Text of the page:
It’s been a pretty dry spell for medieval media faux pas. But consider this paragraph from a recent Slate article on the use of the exclamation point in email:*
In truth, the exclamation point is an antidote not to the intrinsic dullness of the [email] medium (as Shipley and Schwalbe suggest) but to the vapid back-and-forths the medium facilitates. For centuries, the act of writing mandated a tremendous exertion of labor, so that scribes committed to the page only texts of supreme import. (Imagine a team of tonsured monks toiling for decades on an illuminated manuscript that read, “WTF … c u l8r?”)
Whatever you think of the author’s point here, the medieval metaphor is crap. It’s like saying…
For decades, the act of making cars mandated a tremendous exertion of labor, so that auto-workers created automobiles for only the most supremely important uses. (Imagine a team of auto-workers toiling for years building a special order custom-built DeLorean with a working replica Flux Capacitor to be used for a suburban mom to pick up lotto tickets.)***
For centuries, the act of growing food mandated a tremendous exertion of labor, so that farmers only planted crops for supremely important meals. (Imagine a team of farmers toiling for decades to cultivate a special line of ‘heirloom grapes’ to be used as the 10% juice in a juice box for a spoiled brat.)
or if you prefer the medieval
For centuries, the act of building mandated a tremendous exertion of labor, so that builders only built buildings for supremely important uses. (Imagine a construction crew toiling for decades to build a grand stone flying buttressed cathedral to be used to for a gambling den.)
The medieval market for “illuminated manuscripts” ought not be confused with the market for “textual products.” And of illuminated manuscripts, only a tiny fraction would take decades to produce. Sure, the Book of Kells probably took decades to put together, but it’s hardly the typical manuscript production. Does this author really think that people in the Middle Ages would go to their local scriptorium and say, “Hey, can you do me up one of those sweet books of hours like Tom has? You know, with the picture of Noah’s wife carrying Satan onto the ark? Cool. I’ll be back in twenty years to pick it up.” Given the tonsure comment, the author probably doesn’t believe in local scriptoria–or even medieval books as status items usable for status within the buyer’s lifetime.***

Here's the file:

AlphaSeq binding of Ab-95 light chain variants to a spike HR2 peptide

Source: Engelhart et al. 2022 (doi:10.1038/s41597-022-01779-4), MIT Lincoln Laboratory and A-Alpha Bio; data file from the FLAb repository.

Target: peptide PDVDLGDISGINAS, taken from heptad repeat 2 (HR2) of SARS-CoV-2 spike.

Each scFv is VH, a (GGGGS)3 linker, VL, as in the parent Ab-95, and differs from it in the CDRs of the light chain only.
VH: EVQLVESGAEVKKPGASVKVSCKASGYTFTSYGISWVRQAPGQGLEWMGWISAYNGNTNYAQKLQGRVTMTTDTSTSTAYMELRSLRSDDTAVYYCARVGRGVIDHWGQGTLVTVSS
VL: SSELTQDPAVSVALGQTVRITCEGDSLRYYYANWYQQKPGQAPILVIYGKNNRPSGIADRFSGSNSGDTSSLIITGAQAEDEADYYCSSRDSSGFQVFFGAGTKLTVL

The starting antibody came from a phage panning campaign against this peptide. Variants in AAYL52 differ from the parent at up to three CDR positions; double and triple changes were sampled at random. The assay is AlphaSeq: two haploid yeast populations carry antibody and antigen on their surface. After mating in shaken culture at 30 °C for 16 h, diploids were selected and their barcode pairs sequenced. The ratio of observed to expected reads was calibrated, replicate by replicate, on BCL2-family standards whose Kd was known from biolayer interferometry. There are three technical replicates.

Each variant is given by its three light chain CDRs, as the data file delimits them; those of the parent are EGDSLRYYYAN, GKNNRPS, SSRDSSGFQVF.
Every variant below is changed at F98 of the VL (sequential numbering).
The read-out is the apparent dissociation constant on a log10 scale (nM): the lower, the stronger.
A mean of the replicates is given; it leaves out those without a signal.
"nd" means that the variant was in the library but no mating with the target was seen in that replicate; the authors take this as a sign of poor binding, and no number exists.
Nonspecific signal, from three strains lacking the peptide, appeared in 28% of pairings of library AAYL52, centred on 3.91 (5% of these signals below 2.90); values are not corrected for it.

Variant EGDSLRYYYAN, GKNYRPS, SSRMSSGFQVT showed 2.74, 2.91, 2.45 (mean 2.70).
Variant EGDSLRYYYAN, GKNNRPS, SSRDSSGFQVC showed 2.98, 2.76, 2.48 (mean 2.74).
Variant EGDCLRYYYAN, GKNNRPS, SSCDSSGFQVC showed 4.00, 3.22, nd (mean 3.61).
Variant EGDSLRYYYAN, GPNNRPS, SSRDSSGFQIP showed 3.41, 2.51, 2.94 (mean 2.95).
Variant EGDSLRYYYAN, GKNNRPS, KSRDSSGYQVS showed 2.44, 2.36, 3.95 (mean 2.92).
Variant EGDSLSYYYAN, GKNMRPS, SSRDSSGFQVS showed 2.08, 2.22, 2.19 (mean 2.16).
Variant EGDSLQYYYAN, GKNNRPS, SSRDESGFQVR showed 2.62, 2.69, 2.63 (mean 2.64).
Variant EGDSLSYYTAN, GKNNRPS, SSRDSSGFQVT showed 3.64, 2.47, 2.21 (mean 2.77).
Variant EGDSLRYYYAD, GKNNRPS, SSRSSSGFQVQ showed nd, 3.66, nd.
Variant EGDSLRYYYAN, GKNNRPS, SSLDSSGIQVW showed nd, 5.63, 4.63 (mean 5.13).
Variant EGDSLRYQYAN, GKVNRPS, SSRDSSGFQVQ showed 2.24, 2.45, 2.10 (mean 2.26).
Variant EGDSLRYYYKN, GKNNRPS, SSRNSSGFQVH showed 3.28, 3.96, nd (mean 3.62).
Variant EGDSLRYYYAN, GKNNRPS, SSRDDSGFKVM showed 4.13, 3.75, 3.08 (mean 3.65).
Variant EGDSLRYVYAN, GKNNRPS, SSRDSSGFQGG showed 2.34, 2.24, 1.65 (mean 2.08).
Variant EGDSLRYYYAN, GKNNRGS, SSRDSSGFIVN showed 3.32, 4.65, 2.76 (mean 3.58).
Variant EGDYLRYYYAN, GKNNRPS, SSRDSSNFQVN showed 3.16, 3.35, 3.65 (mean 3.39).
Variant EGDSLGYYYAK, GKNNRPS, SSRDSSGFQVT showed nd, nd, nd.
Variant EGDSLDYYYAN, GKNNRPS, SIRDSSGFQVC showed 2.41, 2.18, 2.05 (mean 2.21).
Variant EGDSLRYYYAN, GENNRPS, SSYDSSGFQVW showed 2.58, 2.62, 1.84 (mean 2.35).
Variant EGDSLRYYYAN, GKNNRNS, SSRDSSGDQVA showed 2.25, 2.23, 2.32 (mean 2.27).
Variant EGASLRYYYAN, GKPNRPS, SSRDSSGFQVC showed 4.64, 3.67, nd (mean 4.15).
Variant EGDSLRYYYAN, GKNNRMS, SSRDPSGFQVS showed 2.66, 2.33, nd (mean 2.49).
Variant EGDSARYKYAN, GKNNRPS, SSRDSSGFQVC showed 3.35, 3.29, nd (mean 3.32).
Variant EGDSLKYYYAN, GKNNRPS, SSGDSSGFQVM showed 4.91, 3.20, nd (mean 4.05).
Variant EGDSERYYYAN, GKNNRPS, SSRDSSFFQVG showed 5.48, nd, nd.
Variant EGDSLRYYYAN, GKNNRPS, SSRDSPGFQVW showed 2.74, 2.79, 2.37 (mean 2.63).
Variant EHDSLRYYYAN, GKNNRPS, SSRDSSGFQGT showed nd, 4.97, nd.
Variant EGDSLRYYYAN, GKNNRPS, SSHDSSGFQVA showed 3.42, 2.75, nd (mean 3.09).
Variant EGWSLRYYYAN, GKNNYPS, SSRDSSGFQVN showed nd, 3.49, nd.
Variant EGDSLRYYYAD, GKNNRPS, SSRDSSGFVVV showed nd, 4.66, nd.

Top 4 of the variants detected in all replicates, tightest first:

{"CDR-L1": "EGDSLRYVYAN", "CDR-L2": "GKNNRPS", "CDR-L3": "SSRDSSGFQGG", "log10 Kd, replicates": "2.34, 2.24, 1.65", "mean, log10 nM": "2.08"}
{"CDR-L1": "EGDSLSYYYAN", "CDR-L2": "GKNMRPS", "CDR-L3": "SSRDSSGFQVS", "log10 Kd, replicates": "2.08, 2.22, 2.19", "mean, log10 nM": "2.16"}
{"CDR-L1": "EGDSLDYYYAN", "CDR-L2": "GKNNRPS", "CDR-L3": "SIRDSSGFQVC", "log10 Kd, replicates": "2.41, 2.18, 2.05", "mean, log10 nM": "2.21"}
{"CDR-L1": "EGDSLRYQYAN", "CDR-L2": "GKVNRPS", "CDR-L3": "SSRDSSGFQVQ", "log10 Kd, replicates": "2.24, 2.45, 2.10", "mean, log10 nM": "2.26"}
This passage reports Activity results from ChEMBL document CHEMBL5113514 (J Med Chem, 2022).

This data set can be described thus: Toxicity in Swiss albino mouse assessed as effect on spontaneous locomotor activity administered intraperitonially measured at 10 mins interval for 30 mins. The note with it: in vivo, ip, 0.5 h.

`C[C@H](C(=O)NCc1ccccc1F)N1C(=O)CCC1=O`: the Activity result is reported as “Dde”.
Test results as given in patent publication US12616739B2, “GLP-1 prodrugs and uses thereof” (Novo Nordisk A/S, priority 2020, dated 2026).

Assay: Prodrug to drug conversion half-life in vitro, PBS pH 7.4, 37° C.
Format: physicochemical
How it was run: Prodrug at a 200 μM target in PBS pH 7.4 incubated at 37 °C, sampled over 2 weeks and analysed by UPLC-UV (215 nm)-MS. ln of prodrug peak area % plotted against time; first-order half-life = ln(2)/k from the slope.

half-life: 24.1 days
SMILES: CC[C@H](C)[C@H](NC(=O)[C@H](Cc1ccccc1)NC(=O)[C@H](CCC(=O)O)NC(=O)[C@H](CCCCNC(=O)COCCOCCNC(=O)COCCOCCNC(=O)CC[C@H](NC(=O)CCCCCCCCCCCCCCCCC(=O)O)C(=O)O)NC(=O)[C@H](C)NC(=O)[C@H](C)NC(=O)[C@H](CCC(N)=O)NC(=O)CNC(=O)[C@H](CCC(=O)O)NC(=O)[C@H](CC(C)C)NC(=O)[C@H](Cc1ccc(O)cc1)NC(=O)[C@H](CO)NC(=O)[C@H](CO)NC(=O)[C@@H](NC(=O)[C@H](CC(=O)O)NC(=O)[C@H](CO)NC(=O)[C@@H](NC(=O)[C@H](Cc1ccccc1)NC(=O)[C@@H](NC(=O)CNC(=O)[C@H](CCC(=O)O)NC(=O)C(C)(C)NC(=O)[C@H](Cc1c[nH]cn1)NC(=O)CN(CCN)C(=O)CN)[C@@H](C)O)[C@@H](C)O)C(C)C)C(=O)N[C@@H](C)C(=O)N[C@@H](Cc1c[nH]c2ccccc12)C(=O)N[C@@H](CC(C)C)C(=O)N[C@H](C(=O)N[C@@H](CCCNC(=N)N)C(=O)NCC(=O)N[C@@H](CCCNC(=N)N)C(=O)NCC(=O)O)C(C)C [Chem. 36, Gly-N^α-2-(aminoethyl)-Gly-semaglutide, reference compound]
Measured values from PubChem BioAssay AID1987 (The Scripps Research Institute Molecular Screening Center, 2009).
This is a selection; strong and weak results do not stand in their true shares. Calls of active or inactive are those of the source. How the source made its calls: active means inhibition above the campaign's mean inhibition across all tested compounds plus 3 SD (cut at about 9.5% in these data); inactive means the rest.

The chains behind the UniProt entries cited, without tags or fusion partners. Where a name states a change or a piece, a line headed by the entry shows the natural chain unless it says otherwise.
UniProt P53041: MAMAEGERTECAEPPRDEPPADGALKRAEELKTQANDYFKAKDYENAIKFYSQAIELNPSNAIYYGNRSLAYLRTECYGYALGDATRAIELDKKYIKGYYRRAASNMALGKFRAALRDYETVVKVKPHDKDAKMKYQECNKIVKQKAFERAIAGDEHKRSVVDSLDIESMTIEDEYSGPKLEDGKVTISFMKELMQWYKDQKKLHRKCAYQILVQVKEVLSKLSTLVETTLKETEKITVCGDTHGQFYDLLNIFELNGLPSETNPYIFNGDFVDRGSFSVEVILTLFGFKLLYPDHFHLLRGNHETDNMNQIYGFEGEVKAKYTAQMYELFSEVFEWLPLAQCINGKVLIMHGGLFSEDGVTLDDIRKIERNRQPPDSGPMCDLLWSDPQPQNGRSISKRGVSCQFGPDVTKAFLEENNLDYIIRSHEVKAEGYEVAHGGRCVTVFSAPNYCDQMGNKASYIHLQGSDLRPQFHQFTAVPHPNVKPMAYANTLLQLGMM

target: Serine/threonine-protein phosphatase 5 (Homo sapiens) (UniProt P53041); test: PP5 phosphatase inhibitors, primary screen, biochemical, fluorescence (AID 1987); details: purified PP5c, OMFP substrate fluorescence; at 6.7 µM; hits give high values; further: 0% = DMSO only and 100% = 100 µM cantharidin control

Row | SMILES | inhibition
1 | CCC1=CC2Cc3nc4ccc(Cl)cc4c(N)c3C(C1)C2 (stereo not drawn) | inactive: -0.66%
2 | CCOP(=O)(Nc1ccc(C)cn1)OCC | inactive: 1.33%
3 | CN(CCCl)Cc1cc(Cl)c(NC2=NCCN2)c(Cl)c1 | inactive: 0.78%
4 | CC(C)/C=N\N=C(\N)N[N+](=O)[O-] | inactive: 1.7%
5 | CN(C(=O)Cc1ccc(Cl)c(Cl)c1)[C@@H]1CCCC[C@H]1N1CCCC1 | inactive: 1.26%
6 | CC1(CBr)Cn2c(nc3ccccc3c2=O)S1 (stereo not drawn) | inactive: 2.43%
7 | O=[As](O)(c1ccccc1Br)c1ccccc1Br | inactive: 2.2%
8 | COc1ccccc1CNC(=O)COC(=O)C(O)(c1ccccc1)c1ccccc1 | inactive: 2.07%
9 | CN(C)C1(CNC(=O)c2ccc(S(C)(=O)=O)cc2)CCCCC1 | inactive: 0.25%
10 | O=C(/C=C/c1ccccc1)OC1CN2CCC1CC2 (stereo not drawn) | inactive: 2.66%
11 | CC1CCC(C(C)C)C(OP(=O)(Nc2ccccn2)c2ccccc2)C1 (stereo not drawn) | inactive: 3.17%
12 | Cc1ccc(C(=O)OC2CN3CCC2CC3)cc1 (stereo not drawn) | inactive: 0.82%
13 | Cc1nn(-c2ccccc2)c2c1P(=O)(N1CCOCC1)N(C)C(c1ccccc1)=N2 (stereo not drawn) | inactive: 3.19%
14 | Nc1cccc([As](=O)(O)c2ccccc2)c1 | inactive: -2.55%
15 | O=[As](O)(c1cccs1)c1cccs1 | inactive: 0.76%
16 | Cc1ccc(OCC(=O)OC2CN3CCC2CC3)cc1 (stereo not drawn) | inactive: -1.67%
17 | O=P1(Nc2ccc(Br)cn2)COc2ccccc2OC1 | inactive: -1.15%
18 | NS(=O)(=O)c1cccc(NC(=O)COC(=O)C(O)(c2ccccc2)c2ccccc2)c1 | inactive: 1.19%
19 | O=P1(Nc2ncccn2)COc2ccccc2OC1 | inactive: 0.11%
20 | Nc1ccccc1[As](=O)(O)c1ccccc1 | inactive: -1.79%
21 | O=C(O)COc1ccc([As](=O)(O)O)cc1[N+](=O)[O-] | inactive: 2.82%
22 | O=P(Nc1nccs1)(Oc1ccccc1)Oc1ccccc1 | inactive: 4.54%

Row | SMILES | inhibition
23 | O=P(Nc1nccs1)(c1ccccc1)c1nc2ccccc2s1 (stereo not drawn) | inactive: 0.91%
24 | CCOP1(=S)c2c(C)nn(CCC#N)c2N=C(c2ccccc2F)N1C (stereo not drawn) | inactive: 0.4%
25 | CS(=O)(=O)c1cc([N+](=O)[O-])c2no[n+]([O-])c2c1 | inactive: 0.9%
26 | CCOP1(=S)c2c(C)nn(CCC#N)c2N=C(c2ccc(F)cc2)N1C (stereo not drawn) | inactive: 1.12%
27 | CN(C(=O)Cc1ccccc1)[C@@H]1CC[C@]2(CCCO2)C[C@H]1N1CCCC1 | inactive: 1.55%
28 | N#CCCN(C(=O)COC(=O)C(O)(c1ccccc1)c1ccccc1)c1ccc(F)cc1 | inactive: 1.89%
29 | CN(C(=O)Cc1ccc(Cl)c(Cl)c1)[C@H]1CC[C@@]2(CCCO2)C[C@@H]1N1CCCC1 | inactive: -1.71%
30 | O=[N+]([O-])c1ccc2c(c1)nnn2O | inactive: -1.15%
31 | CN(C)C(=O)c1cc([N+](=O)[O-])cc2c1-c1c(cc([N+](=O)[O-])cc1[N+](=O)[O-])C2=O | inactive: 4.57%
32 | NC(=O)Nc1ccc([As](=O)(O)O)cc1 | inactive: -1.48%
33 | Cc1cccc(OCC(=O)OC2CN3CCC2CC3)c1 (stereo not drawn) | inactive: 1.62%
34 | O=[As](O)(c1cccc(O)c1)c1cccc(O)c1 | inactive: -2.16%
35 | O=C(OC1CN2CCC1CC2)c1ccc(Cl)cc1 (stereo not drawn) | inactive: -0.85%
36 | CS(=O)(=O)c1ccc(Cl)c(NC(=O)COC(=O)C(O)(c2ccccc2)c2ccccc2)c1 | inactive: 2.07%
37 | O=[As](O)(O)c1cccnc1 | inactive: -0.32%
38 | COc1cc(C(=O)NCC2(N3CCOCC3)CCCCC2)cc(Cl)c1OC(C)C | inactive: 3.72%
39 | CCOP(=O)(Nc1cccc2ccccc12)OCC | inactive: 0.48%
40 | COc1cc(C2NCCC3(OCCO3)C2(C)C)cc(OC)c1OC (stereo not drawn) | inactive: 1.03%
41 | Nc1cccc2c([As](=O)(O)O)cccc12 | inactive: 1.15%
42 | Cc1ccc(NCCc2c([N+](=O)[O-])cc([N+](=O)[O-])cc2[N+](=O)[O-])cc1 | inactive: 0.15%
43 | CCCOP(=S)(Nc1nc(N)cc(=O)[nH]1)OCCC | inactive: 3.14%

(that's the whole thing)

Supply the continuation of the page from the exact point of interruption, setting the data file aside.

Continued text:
Speaking of books of hours, Eamon Duffy put out a book on them not long ago, Marking the Hours. They’re a good example of a book every family needed, so they came in varieties ranging from “knocked off in a few hours and sold for a shilling” on up to “written in gold ink on golden pages bound with gold that is itself covered in gold.”
Yes, there are very few “WTF… cu l8r” notes extant from the Middle Ages, but not because the things written in the Middle Ages were more durable than today. If you had a Post-it note saying “Must buy milk,” are you likely to keep it? And what if it was your father’s Post-it that you found cleaning out his drawer? Chain the ‘left in a drawer and nobody wanted it’ on it through enough fathers and you end up with very few useless notes being kept.
Actually, come to think of it, the reason we have fewer toss-off notes from the Middle Ages may be because of the durability of the writing materials more than the durability of the things written. Very few people will scrupulously erase and reuse Post-its, but a sheet of parchment can take a few good rubbings and scrapings before it has to be tossed out. And even when it’s not fit for writing on any more, you can tear it up into strips and use it to bind other books. Parchment has lots of uses, e-parchment pretty much the one.
This is not to say that no “WTF… cu l8r” has survived. Those books of hours Duffy won’t stop going on about also include lots of little notes, recipes, family trees, inventory lists, and even the occasional, “God, this is so boring, want to knock off and fool around?” There was a shortage of disposable paper, so you wrote on what you had, where you had space. Irish and Anglo-Saxon monks have a reputation for writing things like, “Damn, it’s cold” or “Stopped here to take a piss” in the margins of their books. I often find myself longing for the gigantic margins that characterize medieval texts whenever I’m doing scholarly work with a printed book. Medieval books left room for notes, unlike my Norton Critical Edition of Malory, with its onion skin paper and 1/4 inch margins.
I oscillate between worrying that the Internet has made writing both too permanent and too transitory. Sure, I empathize with the writer of the Slate piece. I, too, get far too much ‘Hey r u busy?’ in my inbox. But oddball questions I made late one night in the mid-nineties on a Usenet group devoted to World of Darkness RPGs are also now forever imprisoned in the unforgetting archive of
dejanews Google groups. And all the grammatical errors I fix minutes after posting an article here at this blog are nonetheless immediately preserved for all posterity by the RSS feeder. It’s just impossible to think of this unbroken continuum stretching back to any historical era, with ‘transitory’ on one end and ‘permanent’ on the other, especially where text is concerned.
And anyway, as frequent readers of this blog know, the real problem wasn’t that medieval people didn’t want to write inane babble, but rather that they lacked sufficient quantities of underwear until the urbanization that characterized the High Middle Ages.
*Noticed how I avoided the cheap joke of ending that sentence with an exclamation point.**
**Further note how I didn’t avoid the dry Gen-X meta-joke.
***If you combine the old “the life expectancy in the Middle Ages was 30” meme with this one, you’d end up with people coming in as eight-year-olds to order books to read when they’re bedridden in old age.